Three months ago, James Ford was recognized as Charlotte Mecklenburg Schools’ Teacher of the Year. Ford is a 9th grade World History teacher at Garinger High School, one of the school district’s underperforming schools (with a non-graduation rate of nearly 45 percent). Ford has found a way to motivate, encourage, and inspire students who might have fallen asleep in their previous history classes. One of Ford’s first lessons for his students is about Garinger’s history of underperformance and how his 9th grade students must make it their business to immediately begin to re-write the schools’ student performance history. Ford is passionate about teaching and says, “I wake up with a smile on my face, knowing that I actually enjoy my job.” Below is our in-depth conversation about a variety of education-related issues.
Phillips: How and when did you develop your passion for teaching?
Ford: I’m new to the teaching profession with only four years of experience. I entered college with a plan of becoming a journalist. But after I graduated, I learned that print journalism was a dying industry. After I exhausted all reasonable opportunities to find a position in journalism, I decided to do something that I’ve always enjoyed, and that’s working with young people. At first, I started working with “at-risk” children at several non-profit organizations. And then, one day, the light bulb went off! I needed to find a career that allowed me to work with children on a daily basis. After that moment of clarity, I applied to graduate school to obtain a master’s degree in education. Becoming a teacher was the best decision that I’ve made and I have no regrets about pursing my passion.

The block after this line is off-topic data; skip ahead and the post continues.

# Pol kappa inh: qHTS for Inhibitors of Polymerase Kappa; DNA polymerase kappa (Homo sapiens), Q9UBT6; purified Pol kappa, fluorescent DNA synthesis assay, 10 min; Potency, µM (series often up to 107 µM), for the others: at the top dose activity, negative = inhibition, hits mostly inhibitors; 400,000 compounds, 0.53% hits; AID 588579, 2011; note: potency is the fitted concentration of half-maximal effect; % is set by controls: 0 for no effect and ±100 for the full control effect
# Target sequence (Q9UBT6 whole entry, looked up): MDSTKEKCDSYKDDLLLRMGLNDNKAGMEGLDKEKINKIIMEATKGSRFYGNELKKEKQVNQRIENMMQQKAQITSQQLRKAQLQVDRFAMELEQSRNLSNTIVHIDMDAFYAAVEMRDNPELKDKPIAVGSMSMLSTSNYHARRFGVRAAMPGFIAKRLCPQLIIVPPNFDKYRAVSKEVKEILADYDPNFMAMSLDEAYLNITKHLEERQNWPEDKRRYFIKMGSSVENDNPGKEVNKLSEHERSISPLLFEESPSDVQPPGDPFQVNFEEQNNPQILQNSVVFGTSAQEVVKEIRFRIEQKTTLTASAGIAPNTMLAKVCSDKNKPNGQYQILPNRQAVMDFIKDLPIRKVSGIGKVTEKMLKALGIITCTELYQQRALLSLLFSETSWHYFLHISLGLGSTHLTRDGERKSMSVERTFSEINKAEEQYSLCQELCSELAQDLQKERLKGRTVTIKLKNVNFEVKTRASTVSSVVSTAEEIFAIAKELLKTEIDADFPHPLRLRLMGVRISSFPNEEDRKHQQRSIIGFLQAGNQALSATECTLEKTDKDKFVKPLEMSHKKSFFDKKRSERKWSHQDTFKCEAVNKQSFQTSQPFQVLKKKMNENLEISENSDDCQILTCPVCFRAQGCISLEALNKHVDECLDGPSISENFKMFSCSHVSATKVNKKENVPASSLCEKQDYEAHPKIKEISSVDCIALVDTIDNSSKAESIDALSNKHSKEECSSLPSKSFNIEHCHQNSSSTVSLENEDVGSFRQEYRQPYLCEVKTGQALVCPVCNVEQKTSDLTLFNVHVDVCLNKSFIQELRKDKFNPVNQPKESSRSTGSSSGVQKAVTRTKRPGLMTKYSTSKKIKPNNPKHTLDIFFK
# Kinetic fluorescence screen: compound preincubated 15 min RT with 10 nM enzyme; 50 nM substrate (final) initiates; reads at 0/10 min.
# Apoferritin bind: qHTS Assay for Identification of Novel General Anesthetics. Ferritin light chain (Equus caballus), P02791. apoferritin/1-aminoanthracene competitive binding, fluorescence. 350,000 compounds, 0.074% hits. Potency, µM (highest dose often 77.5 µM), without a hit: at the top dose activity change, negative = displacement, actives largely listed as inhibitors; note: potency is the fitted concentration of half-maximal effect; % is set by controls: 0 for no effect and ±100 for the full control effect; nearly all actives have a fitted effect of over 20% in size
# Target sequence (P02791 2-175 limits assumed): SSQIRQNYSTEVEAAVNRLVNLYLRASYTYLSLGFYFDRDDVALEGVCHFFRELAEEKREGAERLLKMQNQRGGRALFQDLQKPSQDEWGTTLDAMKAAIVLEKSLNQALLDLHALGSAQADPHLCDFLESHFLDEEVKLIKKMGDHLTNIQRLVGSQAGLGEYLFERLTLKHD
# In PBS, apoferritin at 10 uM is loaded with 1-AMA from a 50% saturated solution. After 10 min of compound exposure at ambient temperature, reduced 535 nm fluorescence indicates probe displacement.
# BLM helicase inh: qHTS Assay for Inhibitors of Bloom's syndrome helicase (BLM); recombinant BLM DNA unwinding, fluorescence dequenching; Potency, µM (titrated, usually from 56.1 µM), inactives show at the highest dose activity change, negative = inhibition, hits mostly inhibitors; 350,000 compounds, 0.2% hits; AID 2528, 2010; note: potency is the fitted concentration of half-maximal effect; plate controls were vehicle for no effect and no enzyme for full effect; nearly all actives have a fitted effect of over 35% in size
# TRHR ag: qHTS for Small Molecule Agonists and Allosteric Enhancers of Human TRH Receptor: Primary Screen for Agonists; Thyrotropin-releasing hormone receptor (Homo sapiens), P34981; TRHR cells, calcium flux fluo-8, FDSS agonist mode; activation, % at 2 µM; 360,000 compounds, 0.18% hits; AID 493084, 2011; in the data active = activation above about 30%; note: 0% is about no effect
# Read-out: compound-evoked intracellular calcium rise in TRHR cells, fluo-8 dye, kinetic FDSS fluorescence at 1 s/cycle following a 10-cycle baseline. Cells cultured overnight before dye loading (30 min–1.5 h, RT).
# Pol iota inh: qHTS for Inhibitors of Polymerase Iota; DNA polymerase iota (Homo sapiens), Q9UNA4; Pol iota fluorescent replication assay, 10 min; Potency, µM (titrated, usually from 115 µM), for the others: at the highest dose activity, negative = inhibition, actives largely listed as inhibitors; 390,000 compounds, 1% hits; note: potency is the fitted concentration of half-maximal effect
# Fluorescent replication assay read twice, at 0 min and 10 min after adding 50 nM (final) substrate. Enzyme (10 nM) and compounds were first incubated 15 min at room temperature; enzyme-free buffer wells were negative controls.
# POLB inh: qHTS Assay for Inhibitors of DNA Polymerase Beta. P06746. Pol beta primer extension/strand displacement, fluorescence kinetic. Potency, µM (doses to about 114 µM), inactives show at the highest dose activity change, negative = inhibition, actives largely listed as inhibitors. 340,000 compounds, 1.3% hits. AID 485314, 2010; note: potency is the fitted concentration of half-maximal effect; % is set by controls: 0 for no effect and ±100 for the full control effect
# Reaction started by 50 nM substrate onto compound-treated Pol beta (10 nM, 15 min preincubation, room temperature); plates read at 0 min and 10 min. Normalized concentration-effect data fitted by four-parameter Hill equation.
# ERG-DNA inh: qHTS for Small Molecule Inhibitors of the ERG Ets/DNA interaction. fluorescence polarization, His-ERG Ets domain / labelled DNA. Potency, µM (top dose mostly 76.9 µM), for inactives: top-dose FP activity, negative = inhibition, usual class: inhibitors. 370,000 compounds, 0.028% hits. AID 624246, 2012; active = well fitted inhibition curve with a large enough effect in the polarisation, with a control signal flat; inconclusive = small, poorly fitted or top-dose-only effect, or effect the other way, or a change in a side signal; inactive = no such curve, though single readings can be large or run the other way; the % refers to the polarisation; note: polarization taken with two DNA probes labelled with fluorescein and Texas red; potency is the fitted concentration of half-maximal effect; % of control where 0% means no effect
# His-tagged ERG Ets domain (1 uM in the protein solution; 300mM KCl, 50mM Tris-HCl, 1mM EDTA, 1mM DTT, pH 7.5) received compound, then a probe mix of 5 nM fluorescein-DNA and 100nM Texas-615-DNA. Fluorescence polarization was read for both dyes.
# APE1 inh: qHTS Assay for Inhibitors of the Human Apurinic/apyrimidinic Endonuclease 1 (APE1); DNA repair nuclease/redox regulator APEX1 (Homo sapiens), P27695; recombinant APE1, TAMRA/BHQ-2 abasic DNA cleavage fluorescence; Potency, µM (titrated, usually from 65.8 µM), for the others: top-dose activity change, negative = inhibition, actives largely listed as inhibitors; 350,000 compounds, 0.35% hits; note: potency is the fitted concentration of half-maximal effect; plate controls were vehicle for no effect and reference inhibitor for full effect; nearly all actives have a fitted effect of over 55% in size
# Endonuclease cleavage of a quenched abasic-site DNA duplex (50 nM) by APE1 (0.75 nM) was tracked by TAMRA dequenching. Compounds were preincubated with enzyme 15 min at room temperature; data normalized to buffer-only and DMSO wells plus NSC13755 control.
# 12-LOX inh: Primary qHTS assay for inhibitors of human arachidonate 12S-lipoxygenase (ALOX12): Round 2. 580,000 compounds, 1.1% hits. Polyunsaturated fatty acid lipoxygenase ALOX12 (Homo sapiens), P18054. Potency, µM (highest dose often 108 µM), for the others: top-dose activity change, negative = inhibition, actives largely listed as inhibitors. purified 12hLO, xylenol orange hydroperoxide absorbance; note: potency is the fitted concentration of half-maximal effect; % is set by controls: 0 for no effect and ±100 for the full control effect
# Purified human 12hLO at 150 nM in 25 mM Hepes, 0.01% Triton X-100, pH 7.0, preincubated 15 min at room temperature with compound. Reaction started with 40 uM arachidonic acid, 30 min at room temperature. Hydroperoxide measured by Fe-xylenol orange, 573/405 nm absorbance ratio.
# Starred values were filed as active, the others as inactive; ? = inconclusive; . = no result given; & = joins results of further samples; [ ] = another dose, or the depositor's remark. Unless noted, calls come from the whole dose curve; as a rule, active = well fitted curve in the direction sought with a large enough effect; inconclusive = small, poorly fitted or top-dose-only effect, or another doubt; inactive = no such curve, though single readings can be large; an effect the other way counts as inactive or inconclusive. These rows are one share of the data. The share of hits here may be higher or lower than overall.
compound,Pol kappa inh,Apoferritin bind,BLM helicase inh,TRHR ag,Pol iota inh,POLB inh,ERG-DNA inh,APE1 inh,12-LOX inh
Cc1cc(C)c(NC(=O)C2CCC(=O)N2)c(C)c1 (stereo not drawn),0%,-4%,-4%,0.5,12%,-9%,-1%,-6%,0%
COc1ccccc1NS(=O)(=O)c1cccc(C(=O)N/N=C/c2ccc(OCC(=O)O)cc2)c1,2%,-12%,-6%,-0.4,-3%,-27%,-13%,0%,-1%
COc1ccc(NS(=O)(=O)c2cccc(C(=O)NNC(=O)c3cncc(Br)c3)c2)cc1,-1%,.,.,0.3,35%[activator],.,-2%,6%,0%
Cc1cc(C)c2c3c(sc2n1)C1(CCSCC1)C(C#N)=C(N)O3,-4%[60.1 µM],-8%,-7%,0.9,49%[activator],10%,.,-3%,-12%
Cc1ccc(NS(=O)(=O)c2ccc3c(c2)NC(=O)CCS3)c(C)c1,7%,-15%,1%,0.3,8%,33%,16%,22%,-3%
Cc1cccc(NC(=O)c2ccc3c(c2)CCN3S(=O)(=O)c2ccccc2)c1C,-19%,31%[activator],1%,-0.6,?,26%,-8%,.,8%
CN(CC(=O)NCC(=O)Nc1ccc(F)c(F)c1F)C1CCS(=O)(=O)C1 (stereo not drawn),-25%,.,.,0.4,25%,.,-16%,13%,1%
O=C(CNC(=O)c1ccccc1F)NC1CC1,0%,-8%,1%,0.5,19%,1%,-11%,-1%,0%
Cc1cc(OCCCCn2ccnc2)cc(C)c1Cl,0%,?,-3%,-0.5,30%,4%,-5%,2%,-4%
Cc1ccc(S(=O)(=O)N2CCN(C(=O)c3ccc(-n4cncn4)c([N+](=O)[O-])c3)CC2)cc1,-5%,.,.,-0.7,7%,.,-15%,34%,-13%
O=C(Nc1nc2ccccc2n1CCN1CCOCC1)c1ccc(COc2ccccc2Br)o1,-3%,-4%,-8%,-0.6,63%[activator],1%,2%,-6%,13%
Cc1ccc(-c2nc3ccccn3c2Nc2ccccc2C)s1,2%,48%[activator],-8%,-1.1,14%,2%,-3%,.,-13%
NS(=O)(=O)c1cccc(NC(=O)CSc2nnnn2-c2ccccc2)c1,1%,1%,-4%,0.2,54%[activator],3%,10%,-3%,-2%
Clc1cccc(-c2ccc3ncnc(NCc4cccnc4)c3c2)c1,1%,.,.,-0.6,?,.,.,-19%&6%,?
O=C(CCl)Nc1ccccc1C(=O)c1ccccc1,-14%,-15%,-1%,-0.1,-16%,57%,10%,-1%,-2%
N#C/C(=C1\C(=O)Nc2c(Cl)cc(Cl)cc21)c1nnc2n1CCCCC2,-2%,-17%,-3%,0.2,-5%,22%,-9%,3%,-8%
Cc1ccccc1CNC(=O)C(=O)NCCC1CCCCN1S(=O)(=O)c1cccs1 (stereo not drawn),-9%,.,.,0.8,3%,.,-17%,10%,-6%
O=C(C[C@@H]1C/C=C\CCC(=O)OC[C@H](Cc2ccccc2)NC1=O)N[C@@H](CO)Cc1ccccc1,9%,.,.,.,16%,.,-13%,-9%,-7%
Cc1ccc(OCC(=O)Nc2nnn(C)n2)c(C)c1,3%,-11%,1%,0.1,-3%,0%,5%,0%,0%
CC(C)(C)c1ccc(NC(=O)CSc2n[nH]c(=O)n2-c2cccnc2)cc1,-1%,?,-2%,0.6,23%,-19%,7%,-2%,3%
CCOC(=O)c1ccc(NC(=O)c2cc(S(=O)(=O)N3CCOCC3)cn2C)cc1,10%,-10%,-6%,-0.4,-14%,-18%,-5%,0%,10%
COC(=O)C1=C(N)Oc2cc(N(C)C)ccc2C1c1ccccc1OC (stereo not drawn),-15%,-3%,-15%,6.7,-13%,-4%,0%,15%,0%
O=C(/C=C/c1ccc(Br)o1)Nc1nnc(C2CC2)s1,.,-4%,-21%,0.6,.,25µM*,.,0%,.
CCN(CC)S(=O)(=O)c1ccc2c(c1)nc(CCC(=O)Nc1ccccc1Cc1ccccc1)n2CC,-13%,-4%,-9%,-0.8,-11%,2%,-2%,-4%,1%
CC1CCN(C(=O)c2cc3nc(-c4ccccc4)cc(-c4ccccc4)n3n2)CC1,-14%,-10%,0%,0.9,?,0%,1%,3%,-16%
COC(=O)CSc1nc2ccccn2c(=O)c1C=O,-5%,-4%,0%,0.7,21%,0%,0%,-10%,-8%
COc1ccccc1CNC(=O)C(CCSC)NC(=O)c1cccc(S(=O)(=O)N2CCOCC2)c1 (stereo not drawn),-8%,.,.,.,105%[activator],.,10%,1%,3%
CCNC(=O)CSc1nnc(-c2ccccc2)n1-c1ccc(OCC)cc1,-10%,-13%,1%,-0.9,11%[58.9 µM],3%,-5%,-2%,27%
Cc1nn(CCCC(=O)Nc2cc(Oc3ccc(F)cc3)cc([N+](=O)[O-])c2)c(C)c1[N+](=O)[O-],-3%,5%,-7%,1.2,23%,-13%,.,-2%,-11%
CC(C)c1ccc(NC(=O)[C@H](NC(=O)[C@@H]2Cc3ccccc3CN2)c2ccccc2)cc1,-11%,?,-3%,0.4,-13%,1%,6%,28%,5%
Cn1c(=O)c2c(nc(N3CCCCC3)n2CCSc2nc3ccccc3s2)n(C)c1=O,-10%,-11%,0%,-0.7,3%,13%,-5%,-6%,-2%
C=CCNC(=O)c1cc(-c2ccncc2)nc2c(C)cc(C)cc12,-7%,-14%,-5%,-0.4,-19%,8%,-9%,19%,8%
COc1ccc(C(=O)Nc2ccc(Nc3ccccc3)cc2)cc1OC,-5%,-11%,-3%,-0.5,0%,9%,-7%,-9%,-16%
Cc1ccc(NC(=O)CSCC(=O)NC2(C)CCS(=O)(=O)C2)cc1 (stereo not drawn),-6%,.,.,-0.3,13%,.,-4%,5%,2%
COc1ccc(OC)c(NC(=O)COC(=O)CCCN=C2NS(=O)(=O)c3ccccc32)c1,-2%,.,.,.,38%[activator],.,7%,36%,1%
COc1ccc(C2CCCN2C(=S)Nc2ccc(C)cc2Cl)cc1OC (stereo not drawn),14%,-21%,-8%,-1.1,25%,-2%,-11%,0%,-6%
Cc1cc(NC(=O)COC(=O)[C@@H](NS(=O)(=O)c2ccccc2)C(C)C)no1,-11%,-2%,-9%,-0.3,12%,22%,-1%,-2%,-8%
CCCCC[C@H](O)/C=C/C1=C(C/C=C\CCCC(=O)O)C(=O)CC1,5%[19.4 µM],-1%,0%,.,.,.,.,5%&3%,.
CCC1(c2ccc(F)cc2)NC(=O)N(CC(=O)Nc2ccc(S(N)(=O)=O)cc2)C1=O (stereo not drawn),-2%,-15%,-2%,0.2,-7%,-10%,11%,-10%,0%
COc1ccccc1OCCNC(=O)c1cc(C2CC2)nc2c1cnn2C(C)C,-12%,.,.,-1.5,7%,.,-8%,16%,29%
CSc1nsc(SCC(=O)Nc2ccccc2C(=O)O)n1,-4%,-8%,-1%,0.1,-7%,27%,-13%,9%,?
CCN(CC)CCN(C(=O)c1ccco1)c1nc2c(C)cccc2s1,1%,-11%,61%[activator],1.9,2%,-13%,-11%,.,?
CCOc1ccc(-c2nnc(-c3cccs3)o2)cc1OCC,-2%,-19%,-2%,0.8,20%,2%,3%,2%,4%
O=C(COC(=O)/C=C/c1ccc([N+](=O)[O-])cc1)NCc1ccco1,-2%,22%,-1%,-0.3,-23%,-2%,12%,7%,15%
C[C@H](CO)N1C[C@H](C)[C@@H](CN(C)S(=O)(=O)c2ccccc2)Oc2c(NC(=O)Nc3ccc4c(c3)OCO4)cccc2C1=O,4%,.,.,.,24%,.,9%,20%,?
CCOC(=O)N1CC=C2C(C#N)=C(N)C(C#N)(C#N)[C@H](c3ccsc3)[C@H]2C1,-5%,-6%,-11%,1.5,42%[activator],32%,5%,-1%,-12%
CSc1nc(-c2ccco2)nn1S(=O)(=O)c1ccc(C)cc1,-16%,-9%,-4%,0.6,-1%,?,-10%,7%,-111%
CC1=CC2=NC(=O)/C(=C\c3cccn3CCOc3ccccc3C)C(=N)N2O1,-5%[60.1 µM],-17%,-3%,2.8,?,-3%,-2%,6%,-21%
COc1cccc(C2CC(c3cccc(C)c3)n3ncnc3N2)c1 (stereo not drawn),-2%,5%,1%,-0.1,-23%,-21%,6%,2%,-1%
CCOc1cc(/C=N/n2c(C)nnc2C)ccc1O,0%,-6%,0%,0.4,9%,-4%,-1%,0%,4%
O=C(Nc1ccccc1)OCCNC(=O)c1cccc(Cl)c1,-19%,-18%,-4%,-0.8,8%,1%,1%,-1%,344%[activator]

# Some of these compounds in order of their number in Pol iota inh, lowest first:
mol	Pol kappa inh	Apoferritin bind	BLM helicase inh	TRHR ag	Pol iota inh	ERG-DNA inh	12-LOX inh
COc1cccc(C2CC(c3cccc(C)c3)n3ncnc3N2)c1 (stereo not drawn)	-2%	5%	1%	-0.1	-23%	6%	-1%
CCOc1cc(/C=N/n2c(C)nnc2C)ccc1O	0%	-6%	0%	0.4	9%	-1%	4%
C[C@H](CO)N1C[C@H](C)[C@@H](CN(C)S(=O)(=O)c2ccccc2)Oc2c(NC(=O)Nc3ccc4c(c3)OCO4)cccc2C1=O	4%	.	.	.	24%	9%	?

Phillips: How do you get your students interested in World History?
Ford: The first and most important step is to establish the significance of history. The average student typically rolls their eyes when you mention the subject of history because they think it’s boring. Based on their historical experiences with history class, they are correct in their thinking. My job is to connect the past and the present. I teach my students how history is used on a daily basis. I show them how historical events determine who they choose as friends, their reputation amongst their peers, and what grades they earn on their report card. When they become adults, historical events will be reflected on their credit report, criminal record report, and their resume. Once I get them to understand that they are already actively using history, the students understand that history class has a purpose in the ‘Real World’.
Phillips: Does teaching at a high school labeled “at-risk” make your job harder?
Ford: For the most part, kids are kids, so one group of students isn’t harder than the other. The societal issues can make it harder for the students to learn. I will say that it requires a different set of teaching skills to teach ‘at-risk’ students. Personally, I think it is easier to teach students from a two-parent household, with parents that have disposable income to spend on educational materials, and who have been told that they are smart. My classroom is comprised of students who are the exact polar opposite and school is their sanctuary. Before I can begin to teach the curriculum, I have to establish a rapport with the students and earn their trust. Some days, I am a teacher, while other days, I am a therapist, class manager, or coach. I’m willing to wear all the hats necessary to make a difference in my students’ lives.